Thirty-nine delegates represented the people of the 13 original states at the Constitutional Convention in Philadelphia, Pennsylvania. When they signed the document on September 17, 1787, the U.S. Constitution was ratified and put into effect.
While the United States is young at just 230 years, the United States Constitution, our country’s supreme law, is by far the longest lasting constitution in human history. And it is responsible for our nation becoming the freest and most prosperous nation ever.
Those two paragraphs contain far more information about our Constitution than a frightening number of American citizens actually know about their founding document.
The Annenberg Public Policy Center at the University of Pennsylvania conducted a poll about the Constitution in 2014, and it revealed how shockingly little people know about even the most basic elements of our government and the Constitution that formed it.
Here are some examples from the poll:
* More than one person in three (37 percent) could not name any of the rights protected by the First Amendment.
* Freedom of speech was identified by 48 percent, but the right to peaceably assemble came in at just 10 percent, freedom of religion at 15 percent, freedom of the press at 14 percent, and the right to petition the government at 3 percent.
* Only one of four (26 percent) could name all three branches of the government. (In 2011, 38 percent could name all three branches.)
* One-third couldn't name any branch of government.
*Asked which party has the most members in the House of Representatives, 38 percent said they knew the Republicans were the majority, but 17 percent responded the Democrats were, and 44 percent reported that they did not know (up from 27 percent who said they did not know in 2011).
*Asked which party controls the Senate, 38 percent correctly said the Democrats, 20 percent said the Republicans, and 42 percent said they did not know (also up from 27 percent who said they did not know in 2011).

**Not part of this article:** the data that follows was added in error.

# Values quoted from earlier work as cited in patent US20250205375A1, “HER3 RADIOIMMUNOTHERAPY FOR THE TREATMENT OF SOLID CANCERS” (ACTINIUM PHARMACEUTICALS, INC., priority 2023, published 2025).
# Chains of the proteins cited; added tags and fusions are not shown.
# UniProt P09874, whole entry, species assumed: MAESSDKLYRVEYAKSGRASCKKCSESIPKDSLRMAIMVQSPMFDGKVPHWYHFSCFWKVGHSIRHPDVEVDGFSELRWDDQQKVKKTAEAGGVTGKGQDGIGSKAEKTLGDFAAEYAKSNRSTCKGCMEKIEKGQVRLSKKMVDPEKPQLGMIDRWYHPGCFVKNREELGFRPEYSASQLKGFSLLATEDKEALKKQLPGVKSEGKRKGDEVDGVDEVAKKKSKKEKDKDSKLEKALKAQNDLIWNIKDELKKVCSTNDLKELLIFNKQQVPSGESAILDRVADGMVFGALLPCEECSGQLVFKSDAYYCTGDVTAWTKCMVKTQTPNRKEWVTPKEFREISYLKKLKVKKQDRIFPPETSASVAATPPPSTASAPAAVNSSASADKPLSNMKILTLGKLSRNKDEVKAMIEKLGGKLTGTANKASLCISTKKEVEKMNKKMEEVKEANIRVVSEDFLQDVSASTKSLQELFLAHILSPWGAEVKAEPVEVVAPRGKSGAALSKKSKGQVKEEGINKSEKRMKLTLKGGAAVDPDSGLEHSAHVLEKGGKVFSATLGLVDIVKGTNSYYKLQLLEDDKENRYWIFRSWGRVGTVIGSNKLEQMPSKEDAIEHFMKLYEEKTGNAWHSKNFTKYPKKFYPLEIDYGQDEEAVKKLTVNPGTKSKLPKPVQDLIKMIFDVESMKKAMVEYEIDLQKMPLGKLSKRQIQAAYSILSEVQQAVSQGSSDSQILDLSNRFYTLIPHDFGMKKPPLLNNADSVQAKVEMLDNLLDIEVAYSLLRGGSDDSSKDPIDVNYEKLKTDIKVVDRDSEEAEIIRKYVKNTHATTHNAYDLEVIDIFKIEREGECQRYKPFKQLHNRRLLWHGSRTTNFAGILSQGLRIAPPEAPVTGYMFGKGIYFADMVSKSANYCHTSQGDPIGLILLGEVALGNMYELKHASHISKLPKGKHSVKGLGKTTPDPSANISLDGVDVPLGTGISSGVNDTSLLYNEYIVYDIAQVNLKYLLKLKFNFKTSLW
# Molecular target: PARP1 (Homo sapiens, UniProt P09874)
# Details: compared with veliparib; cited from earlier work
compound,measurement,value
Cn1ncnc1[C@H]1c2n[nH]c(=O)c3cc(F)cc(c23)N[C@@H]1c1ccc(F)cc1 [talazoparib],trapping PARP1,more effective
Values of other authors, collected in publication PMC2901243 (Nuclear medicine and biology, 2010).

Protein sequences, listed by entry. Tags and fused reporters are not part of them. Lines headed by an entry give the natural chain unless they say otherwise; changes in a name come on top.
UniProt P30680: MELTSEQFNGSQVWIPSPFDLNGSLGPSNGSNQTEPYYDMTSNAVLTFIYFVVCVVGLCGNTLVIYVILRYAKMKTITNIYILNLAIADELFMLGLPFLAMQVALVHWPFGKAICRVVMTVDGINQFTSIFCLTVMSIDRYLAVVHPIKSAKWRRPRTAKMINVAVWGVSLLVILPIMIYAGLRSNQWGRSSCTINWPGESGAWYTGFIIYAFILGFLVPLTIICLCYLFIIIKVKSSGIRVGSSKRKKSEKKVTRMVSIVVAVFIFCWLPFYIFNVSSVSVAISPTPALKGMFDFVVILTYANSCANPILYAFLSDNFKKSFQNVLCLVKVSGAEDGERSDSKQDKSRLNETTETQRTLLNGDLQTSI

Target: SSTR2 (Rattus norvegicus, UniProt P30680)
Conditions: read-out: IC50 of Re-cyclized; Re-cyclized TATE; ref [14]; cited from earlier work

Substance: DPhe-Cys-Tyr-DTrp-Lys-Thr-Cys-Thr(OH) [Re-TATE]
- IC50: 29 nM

Annenberg’s director, Kathleen Hall Jamieson lamented, "Protecting the rights guaranteed by the Constitution presupposes that we know what they are. The fact that many don't is worrisome."
An Annenberg poll in 2017 would likely produce even worse results. The future of both our freedom and prosperity are in question in our country, largely because our schools and families have failed to teach our young people the fundamentals of America that are essential to creating informed citizens and preserving our republic. And as bad as the picture painted by the Annenberg study is, The Federalist online paints a picture that is much worse.
“U.S. civics education, if it exists at all, is being transformed into a political machine to push left-wing causes, undermine American government, and incite civil unrest,” writes The Federalist’s managing editor, Joy Pullman.
A 525-page report from the National Association of Scholars titled “Making Citizens: How American Universities Teach Civics,” reveals the “New Civics” that uses attractive, bipartisan-sounding words like “civics” and “service learning” to trick Americans into allowing Leftist political machinery to hijack public funds and young minds, Pullmann wrote.
“Poor civics instruction has increased over the past half-century,” she wrote, “likely contributing to the broad decline of American civic life.” She then listed some long-standing and strong social influences we are losing:
* Volunteering has dropped dramatically despite increases in unemployment and free time
* Far fewer Americans participate in social activities and organizations
* Those who join the military are increasingly drawn from a narrowing subset of Americans
* Many adults have scant knowledge of American government and history (but still can vote!)
Anyone over the age of 60 should recognize the high degree of failure of our education system and families to properly educate our youth about the wonders of the United States of America, so that they can actually perform as competent and loyal citizens.
Recent protests adequately show that the demonstrators do not understand the First Amendment. They often don’t have an informed idea of what they are demonstrating against, and many protests are based not on what actually happened at an event, but instead on a perception of it. And, they either don’t understand, or don’t care, that a constitutionally protected protest is neither violent nor destructive.
Karl Marx would be proud of the Left’s efforts and success. We see his words at work: “Take away a nation’s heritage and they are more easily persuaded.”
Quiet subversion, done both deliberately and through ignorance, is at work in many schools and the news media. Once regarded as living its motto “all the news that is fit to print,” The New York Times has abandoned fairness and objectivity, an infection shared by much of the national news media, which now seem to subscribe to the motto, “all the news that fits.”
Benjamin Franklin is quoted as having answered a question about whether the Founders had created a republic or a monarchy with this statement: A republic, if you can keep it.
A large number of the American people have decided that our republic should no longer be kept, and will happily sacrifice its historic and broad successes.